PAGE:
When asked about observed successes in the field hitherto, Clapp pointed out the CFS 2009 reforms. The CFS has produced voluntary recommendations, included civil society and private sector mechanisms, and thus brought a more constructive and progressive discussion on food security issues. New topics such as agroecology, sustainability, agency, and equity have been discussed. A UN Food Systems Coordination Hub has also recently been established. She implied that these normative steps are important and could precede larger advancements.

To improve knowledge and science in supporting food security policy moving forward, Jennifer Clapp suggested a new approach which emphasizes multisectoral, interconnected systems and context-specific solutions. This new approach includes working toward a radical transformation of food systems as a whole; viewing FSN as a system interconnected with other systems and sectors; focusing on hunger and malnutrition in all forms, in their complex relation to one another; understanding that FSN and policy making is context-specific, requiring diverse solutions and policies.

Two additional dimensions – sustainability and agency must be added to the four standard food dimensions – availability, access, utilization, and stability.

Professor Sofia Boqvist, who spoke about AgriFoSe2030 and their work to translate policy into science in a developing context, also emphasized these context-specific solutions. She stressed the importance in the inclusion of smallholder farmers and focusing on their lived experiences. Similarly, Dr Anna-Karin Norling insinuated the importance of domestic research systems in all countries through a system approach to achieve successful policy translation on an international level.

Mairon G. Bastos Lima from SEI instead shifted the focus to the consumer population and highlighted the problem of food knowledge erosion and adaptations to fake food diversity while neglecting actual agrobiodiversity. He proposed individual producer inclusion as one way to diversify what we eat and how food is produced. Zooming out to a global perspective, Dr Matilda Baraibar brought up the problematic integration of the private sector, political will, and market interests in policy arenas, stating the need to redesign the incentives of the whole economic system.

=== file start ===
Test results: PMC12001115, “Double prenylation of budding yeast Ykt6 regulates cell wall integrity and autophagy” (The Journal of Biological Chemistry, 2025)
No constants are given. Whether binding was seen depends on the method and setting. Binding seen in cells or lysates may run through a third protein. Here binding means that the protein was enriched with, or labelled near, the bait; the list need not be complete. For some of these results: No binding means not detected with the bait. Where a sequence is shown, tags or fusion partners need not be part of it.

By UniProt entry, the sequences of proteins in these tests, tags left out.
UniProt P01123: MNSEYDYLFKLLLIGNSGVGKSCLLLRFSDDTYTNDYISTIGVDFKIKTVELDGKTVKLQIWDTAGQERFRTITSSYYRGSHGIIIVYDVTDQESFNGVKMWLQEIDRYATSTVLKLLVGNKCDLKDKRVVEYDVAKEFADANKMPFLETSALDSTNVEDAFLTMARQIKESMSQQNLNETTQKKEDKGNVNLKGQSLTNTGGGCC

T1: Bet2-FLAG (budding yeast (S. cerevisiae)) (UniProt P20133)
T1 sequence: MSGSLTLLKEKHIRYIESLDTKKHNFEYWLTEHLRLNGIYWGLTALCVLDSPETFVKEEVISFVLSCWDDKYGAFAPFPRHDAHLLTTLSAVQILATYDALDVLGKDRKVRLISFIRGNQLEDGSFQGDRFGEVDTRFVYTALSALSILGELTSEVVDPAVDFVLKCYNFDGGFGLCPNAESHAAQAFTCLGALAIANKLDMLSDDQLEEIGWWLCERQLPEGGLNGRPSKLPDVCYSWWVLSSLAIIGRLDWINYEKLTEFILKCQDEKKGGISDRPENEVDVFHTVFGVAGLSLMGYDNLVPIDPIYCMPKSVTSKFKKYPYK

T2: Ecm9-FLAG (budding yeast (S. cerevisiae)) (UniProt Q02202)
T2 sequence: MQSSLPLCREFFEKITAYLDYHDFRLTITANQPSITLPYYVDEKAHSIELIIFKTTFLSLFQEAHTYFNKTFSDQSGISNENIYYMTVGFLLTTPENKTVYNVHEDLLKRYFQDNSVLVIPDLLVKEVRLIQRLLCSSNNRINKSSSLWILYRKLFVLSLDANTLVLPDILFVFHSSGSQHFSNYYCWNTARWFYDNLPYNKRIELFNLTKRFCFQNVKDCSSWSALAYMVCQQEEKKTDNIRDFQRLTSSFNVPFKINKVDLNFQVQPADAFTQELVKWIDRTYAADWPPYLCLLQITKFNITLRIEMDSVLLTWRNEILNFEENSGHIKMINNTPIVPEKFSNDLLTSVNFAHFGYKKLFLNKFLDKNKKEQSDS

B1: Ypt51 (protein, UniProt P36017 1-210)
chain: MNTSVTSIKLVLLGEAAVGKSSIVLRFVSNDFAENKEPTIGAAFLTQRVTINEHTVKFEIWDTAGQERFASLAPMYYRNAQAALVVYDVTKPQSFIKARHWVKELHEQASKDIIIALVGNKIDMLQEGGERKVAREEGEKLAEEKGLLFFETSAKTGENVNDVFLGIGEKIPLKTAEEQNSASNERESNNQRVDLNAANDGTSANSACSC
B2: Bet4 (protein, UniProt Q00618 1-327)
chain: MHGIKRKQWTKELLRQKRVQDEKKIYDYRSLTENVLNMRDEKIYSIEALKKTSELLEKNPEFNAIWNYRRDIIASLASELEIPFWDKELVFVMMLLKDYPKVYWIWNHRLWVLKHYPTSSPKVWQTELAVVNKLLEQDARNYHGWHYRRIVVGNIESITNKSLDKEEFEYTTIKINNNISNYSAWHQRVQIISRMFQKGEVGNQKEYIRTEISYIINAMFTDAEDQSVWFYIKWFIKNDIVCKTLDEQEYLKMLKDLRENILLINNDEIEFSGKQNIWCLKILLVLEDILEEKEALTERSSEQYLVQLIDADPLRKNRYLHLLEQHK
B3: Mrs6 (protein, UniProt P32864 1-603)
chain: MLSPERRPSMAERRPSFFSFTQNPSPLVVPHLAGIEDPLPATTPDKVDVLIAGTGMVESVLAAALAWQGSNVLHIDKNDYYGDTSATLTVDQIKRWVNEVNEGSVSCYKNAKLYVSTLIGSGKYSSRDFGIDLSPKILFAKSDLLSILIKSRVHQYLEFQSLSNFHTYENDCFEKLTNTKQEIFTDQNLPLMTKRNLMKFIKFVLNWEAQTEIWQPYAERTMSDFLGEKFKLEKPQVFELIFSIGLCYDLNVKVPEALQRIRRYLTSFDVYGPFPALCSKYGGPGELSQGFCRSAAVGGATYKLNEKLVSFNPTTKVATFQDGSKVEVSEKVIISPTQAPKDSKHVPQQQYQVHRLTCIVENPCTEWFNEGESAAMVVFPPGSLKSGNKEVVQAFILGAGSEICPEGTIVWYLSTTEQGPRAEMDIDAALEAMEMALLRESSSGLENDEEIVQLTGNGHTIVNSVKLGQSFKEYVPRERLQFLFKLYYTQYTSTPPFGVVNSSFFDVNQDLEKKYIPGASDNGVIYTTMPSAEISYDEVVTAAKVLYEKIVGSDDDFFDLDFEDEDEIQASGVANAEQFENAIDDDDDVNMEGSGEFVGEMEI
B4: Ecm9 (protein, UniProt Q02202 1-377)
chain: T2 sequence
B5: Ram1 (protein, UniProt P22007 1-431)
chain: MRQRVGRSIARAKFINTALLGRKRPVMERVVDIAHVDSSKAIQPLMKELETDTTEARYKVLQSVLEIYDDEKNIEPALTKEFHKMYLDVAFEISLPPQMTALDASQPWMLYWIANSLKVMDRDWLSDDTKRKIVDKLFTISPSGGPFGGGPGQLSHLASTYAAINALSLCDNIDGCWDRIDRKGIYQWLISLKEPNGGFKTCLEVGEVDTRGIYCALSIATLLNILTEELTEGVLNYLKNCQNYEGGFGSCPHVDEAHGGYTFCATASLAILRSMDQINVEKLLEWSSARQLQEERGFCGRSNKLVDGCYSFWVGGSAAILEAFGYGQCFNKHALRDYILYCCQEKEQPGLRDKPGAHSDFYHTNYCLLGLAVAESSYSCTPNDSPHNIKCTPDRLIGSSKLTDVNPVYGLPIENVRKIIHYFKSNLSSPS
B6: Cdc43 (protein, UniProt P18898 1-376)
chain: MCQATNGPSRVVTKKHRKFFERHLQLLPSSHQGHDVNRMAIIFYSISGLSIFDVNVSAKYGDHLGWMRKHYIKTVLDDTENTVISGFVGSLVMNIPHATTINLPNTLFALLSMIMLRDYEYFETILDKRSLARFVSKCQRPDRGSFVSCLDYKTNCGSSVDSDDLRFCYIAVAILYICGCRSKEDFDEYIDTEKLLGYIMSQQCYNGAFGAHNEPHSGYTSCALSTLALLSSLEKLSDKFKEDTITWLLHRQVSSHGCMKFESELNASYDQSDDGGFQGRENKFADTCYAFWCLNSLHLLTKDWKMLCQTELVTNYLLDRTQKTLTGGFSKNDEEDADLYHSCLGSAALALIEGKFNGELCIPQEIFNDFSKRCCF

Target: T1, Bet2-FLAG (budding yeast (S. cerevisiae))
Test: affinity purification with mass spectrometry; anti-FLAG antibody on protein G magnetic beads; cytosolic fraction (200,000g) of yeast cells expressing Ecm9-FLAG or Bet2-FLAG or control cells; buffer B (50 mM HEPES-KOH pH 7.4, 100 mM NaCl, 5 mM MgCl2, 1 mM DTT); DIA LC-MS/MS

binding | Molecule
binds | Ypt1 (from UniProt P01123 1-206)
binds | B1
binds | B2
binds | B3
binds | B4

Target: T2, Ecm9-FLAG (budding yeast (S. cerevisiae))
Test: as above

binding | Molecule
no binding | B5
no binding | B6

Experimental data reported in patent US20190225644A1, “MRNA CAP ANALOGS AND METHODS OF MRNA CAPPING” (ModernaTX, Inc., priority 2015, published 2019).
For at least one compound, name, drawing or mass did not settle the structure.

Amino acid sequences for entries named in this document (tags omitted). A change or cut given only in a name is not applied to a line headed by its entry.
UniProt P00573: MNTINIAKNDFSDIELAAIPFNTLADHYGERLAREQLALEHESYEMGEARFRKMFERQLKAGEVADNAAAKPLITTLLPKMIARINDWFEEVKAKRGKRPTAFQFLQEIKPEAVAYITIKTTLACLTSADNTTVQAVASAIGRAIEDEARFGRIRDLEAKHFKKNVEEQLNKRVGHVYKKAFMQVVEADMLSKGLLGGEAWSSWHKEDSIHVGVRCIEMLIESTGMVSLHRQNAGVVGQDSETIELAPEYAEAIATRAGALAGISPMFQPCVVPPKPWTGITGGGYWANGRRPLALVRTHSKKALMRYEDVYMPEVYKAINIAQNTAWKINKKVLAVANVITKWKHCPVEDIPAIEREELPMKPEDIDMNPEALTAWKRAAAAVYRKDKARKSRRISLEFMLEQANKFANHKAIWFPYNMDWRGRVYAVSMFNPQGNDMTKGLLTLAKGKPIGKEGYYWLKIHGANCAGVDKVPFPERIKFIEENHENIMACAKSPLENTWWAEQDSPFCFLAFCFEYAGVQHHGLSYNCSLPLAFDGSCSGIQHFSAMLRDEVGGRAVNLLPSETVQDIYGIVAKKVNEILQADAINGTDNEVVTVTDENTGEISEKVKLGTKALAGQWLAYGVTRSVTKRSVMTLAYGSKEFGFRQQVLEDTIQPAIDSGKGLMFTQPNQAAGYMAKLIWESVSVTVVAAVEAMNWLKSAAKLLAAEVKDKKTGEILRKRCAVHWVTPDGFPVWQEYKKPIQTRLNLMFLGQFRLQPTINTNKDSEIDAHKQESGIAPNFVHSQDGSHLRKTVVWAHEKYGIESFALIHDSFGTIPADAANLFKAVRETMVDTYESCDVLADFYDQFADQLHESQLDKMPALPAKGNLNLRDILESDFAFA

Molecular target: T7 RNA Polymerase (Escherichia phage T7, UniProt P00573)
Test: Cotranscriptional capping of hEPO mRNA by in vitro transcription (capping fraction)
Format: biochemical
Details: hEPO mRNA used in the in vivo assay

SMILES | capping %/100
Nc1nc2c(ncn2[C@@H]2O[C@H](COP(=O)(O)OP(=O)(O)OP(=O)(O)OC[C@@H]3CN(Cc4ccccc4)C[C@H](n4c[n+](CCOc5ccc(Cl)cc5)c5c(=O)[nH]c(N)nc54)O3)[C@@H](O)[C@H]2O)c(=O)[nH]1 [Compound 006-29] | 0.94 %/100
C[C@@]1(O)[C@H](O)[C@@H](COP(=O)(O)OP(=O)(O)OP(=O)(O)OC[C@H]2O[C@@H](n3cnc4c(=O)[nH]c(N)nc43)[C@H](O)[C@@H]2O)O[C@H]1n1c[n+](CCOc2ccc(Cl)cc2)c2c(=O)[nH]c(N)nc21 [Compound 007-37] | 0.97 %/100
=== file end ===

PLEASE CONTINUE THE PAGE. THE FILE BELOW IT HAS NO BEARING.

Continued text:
Rather than creating new institutions, Clapp argued that the focus should be on improving and coordinating existing science policy bodies. She continued:

There have been some movements towards collaboration, or at least cooperation, amongst different scientist policy bodies that touch on food security issues.

The work of the newly established coordination hub has, however, not yet commenced and we have yet to see if it is going to result in any substantively different kinds of advice.

According to her, the changes needed within the CFS to meet these challenges concern formulating and agreeing on a framework for the CFS and governments to employ when crises occur to avoid gridlocks. Further autonomy of the HLPE from the CFS is needed, as it currently acts upon requests. It is also important to have additional processes in place to ensure follow-up on the policy recommendations by national governments through a regular reporting and monitoring system since these are presently voluntary.

To achieve widespread acceptance of food policies, there is a recognised need to increase legitimacy in policy making bodies and science and knowledge when informing such policies. The realization of the I-TrACE principles in policymaking processes plays a key role in accomplishing this. These ideas and designs must be integrated in science-policy-society interfaces to have all participants and stakeholders onboard towards a sustainable global food system transformation.